Original Publication
Open Access

Critical Synthesis Package: Physician Readiness to Manage Intimate Partner Violence (PREMIS)

Published: May 5, 2015 | 10.15766/mep_2374-8265.10095

Included in this publication:

  • Critical Analysis Physician Readiness to Manage Intimate Partner Violence.pdf
  • Physician Readiness to Manage Intimate Partner Violence.pdf
  • PREMIS Toolkit.pdf

To view all publication components, extract (i.e., unzip) them from the downloaded .zip file.

Editor's Note: This publication predates our implementation of the Educational Summary Report in 2016 and thus displays a different format than newer publications. It is also part of a discontinued collection that focused on the presentation of health sciences education assessment tools and their reported validity data. 


This Critical Synthesis Package contains: (1) a Critical Analysis of the psychometric properties and application to health sciences education for the Physician Readiness to Manage Intimate Partner Violence (PREMIS), and (2) a copy of the PREMIS instrument and PREMIS Toolkit developed by John Harris, MD and Lynn Short, PhD, MPH.

The PREMIS is a 67-item, comprehensive measure assessing physician readiness to manage intimate partner violence (IPV). The measure is multi-faceted and contains four sections: Background (perceived preparation and knowledge), Knowledge (actual knowledge), Opinions (attitudes and beliefs), and Practice Issues (physician/office behaviors). According to developers, items are consistent with the theoretical literature on IPV. The measure takes 15-35 minutes to complete and can be administered in paper- and web-based formats. Self-report responses are made through Likert-type scale, true/false, multiple-choice, and open response options. Several studies provide tentative evidence for construct validity, predictive validity, external validity, internal consistency, and temporal stability. The PREMIS has been adapted and validated for use with multiple health care professional populations and translated into several languages. Furthermore, the PREMIS could have a number of research and educational uses, including identifying populations requiring IPV training, evaluating IPV curricula, and assessing IPV constructs pre- and posttest. However, further evaluation of the PREMIS and variations thereof is needed to assess the stability of its psychometric properties (as the development sample size was inadequate to conduct factor analyses), several studies report conflicting evidence of subscale reliability, and no studies have assessed convergent validity.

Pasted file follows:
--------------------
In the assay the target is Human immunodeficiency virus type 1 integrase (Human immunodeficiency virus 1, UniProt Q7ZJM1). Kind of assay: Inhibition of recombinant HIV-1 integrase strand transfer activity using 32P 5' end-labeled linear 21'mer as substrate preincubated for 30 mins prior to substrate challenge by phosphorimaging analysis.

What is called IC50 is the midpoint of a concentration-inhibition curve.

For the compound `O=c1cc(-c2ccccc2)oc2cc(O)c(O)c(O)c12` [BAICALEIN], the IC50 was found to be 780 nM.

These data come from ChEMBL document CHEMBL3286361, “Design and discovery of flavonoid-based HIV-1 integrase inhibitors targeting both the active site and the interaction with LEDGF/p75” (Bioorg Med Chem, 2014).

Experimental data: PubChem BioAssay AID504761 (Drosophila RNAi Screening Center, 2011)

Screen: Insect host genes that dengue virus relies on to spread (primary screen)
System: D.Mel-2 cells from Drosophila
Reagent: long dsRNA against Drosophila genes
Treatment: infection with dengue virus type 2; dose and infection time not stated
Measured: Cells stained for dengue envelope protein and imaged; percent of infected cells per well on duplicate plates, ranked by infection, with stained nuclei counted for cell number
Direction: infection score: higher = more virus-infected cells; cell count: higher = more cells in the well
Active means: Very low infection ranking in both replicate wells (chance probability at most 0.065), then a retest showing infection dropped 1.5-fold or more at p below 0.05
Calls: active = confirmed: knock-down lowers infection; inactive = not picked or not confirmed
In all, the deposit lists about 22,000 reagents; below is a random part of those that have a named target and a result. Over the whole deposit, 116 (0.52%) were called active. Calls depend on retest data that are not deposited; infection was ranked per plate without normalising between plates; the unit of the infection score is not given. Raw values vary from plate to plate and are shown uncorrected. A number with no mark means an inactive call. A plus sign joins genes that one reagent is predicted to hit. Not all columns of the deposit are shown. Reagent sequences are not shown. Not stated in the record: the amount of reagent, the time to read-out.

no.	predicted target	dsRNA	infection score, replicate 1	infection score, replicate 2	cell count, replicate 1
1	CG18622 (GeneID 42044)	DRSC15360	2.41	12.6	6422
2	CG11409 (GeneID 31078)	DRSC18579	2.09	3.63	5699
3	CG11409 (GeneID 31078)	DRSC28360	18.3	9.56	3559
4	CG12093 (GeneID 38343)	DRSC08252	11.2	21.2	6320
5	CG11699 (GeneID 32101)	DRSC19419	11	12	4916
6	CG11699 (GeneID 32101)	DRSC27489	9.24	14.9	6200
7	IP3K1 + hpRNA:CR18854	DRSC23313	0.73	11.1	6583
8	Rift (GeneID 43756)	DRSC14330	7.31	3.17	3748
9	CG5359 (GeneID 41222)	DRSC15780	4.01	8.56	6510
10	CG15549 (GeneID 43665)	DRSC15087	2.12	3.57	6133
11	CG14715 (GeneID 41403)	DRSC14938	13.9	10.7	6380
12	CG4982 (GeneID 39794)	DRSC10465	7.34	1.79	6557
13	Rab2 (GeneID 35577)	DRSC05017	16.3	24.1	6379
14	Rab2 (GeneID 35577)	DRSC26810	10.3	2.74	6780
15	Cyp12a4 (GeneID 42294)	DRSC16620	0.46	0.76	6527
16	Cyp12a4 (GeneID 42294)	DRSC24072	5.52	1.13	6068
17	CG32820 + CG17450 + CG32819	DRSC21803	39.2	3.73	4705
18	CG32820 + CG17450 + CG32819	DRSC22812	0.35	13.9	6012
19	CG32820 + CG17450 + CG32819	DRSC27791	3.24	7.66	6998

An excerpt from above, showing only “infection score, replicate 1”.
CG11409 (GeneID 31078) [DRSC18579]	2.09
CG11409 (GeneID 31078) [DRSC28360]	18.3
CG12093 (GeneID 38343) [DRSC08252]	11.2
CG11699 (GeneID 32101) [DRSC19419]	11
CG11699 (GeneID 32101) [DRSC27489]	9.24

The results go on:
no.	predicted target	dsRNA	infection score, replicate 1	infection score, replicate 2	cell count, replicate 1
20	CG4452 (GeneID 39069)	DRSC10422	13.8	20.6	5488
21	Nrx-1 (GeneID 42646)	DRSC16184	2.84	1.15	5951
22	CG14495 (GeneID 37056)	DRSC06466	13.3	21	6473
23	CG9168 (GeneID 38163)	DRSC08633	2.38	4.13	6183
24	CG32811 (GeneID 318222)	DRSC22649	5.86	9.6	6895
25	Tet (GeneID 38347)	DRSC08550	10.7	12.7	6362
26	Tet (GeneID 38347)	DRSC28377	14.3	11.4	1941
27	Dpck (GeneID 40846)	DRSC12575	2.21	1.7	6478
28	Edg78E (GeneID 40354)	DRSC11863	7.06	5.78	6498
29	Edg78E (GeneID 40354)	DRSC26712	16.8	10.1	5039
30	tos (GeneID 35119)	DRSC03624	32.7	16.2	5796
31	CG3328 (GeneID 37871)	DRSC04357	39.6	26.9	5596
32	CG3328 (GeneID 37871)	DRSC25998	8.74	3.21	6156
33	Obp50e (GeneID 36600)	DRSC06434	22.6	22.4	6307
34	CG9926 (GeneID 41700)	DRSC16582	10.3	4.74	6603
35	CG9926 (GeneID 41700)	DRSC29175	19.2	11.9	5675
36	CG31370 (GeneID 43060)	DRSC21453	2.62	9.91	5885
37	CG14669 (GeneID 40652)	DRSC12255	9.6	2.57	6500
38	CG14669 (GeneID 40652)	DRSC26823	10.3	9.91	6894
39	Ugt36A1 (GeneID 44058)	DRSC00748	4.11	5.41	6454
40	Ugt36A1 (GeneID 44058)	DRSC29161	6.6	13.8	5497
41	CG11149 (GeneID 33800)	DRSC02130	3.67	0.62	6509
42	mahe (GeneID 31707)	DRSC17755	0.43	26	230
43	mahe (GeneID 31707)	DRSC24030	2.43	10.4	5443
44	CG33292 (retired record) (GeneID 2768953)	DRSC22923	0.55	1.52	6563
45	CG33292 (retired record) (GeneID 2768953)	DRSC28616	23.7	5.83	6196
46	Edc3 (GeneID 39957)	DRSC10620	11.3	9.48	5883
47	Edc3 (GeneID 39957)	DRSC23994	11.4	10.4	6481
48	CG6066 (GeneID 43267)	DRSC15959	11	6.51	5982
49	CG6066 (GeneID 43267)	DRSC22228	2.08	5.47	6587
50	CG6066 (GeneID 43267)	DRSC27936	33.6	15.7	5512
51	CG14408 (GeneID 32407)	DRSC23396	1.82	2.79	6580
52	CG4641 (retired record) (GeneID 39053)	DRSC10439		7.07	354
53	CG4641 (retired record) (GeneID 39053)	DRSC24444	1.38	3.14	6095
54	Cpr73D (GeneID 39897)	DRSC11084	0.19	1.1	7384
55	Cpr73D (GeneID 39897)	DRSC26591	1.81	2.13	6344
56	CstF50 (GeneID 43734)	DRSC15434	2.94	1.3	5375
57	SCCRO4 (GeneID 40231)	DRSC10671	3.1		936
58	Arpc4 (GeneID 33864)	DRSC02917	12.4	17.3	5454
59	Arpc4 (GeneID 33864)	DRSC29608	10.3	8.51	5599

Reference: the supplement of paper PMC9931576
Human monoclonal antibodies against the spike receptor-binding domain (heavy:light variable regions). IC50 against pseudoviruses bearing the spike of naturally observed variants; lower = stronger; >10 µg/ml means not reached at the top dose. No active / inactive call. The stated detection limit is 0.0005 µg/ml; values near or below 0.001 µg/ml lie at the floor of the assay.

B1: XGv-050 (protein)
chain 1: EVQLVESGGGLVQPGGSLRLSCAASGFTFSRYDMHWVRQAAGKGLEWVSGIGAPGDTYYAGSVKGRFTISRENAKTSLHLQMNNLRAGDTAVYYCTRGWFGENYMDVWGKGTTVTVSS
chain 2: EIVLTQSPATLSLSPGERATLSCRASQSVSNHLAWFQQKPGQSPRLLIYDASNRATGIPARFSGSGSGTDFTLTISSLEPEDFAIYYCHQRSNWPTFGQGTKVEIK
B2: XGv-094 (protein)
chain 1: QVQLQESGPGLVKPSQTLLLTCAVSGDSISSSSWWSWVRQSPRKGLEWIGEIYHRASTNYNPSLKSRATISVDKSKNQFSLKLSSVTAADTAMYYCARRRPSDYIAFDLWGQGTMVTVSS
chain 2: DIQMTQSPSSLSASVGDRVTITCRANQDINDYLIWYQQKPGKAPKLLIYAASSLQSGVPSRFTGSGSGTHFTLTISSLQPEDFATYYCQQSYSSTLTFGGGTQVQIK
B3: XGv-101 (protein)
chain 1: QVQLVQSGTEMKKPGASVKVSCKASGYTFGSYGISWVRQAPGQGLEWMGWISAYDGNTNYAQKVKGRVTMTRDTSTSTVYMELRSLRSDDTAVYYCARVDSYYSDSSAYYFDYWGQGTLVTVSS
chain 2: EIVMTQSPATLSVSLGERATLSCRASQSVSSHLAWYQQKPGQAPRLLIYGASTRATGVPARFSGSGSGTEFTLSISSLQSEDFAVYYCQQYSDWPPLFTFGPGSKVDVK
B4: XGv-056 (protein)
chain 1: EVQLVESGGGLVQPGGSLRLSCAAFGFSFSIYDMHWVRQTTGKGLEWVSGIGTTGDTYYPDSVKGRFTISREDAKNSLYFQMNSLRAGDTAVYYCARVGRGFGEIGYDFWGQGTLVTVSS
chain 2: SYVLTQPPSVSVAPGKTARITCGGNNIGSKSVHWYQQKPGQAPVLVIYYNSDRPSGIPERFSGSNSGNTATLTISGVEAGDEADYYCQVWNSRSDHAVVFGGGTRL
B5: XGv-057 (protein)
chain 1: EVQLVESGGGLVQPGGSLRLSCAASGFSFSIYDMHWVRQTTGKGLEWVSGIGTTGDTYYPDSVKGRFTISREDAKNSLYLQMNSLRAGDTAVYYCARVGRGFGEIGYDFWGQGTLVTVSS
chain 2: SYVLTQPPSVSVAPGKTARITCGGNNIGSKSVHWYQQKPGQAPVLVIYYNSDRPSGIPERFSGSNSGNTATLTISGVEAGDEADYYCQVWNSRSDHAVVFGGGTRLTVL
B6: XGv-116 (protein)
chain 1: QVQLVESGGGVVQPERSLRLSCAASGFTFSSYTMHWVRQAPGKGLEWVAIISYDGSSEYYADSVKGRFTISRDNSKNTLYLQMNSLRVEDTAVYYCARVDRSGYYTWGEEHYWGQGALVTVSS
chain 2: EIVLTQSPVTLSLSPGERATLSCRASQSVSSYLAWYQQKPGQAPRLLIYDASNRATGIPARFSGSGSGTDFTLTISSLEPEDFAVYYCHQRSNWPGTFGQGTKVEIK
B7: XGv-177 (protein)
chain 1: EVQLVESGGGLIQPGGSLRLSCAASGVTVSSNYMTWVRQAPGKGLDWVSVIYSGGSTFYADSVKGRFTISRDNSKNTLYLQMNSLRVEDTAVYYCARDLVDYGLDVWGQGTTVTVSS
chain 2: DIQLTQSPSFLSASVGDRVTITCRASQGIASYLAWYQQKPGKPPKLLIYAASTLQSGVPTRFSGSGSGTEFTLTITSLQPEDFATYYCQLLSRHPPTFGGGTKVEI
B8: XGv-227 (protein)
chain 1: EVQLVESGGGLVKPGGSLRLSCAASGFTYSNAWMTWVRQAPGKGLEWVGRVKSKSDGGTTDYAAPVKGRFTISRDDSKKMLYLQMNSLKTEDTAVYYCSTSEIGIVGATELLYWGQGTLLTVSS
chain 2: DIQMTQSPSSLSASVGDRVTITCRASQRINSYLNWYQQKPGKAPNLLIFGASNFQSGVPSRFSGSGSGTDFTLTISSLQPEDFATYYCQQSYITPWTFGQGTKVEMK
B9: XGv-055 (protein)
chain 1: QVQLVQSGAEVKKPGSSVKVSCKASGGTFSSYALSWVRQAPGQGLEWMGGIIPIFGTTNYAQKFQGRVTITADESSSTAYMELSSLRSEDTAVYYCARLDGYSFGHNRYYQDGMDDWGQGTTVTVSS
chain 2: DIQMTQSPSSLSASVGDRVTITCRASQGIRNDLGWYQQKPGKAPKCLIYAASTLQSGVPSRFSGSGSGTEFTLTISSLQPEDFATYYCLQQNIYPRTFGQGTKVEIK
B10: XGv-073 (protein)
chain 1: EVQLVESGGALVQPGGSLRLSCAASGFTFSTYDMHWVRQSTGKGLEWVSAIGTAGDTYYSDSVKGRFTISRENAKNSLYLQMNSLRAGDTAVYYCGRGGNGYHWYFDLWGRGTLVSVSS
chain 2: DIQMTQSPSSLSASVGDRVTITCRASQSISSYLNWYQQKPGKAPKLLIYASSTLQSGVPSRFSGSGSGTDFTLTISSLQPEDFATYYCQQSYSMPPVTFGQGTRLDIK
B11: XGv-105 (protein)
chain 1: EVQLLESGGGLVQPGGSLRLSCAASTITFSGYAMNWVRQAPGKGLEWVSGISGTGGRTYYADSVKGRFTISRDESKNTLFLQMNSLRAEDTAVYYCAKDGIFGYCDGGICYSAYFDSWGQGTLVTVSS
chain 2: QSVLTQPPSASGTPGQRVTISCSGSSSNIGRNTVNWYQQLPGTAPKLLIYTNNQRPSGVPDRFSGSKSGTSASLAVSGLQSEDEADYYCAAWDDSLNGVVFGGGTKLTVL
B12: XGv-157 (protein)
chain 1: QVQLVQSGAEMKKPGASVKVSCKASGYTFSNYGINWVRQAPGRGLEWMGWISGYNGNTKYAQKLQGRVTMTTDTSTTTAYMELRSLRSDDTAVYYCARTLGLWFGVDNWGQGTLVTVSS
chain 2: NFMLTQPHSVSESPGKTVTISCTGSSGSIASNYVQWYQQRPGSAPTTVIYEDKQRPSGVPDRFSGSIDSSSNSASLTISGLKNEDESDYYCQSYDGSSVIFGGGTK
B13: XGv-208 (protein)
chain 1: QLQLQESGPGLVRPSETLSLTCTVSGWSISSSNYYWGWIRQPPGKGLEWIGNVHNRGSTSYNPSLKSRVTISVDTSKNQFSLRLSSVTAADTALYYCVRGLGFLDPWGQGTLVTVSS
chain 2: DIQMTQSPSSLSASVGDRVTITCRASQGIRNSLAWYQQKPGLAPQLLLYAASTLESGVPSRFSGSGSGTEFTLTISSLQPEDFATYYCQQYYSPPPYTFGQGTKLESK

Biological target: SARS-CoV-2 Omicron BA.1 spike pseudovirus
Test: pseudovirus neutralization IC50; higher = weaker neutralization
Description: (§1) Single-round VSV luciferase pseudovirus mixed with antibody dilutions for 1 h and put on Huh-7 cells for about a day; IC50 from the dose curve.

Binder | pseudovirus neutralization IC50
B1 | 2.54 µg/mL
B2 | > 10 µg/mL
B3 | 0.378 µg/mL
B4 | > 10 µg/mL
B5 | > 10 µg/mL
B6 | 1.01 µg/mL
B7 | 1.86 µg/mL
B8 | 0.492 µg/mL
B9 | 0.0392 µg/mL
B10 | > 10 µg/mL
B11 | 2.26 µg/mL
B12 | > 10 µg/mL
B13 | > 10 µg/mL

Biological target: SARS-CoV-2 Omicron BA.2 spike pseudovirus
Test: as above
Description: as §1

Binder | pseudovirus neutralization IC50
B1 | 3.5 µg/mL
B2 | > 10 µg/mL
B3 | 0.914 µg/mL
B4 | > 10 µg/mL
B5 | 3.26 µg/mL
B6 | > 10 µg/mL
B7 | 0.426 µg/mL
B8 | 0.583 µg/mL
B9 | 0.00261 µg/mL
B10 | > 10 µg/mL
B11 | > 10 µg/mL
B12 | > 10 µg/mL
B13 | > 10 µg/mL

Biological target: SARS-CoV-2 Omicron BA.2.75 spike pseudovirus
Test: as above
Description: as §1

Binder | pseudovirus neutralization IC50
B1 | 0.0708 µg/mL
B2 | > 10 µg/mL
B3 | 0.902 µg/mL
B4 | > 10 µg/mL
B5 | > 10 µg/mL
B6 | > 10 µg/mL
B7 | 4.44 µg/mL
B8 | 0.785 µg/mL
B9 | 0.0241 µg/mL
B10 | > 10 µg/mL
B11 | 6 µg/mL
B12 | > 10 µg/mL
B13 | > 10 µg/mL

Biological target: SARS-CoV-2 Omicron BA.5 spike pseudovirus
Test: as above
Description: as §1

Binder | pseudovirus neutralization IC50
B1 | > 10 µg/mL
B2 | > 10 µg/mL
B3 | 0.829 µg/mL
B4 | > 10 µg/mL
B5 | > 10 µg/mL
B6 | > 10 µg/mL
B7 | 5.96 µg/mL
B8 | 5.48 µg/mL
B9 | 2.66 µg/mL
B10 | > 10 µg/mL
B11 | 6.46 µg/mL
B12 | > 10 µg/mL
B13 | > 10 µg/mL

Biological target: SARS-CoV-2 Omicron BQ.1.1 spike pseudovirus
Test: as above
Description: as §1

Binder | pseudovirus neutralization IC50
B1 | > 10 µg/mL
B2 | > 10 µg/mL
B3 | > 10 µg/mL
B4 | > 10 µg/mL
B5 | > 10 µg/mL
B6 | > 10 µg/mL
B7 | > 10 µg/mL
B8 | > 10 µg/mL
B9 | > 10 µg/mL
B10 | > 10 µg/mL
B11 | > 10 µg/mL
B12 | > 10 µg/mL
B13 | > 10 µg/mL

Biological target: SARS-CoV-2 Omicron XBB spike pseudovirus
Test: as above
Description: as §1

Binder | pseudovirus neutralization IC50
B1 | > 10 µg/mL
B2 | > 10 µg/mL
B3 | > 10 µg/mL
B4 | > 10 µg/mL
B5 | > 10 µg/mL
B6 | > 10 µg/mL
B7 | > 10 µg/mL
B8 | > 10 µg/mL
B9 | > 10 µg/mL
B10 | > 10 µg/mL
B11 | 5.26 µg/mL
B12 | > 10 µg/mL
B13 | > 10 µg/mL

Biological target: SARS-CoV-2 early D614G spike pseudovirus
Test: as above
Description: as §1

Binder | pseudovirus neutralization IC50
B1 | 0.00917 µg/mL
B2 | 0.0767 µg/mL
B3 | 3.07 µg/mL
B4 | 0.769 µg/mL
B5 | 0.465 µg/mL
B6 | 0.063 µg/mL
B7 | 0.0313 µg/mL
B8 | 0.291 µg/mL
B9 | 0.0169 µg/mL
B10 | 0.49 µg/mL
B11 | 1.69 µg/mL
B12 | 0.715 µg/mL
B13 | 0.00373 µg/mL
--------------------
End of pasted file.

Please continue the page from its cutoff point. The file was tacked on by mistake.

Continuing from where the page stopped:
Educational Objectives

  1. To describe the purpose and basic properties of the Physician Readiness to Manage Intimate Partner Violence (PREMIS), including number of items and scales, and psychometric properties;
  2. To describe the application of the PREMIS to the field of health sciences education;
  3. To evaluate the relative strengths and weaknesses of the PREMIS; and
  4. To provide the PREMIS and supplemental materials to aid in its administration.

Author Information

  • Annalucia Bays, BS: Virginia Commonwealth University
  • Kathleen Ingram, PhD: Virginia Commonwealth University

None to report.

None to report.


Bays A, Ingram K. Critical synthesis package: physician readiness to manage intimate partner violence (PREMIS). MedEdPORTAL. 2015;11:10095. https://doi.org/10.15766/mep_2374-8265.10095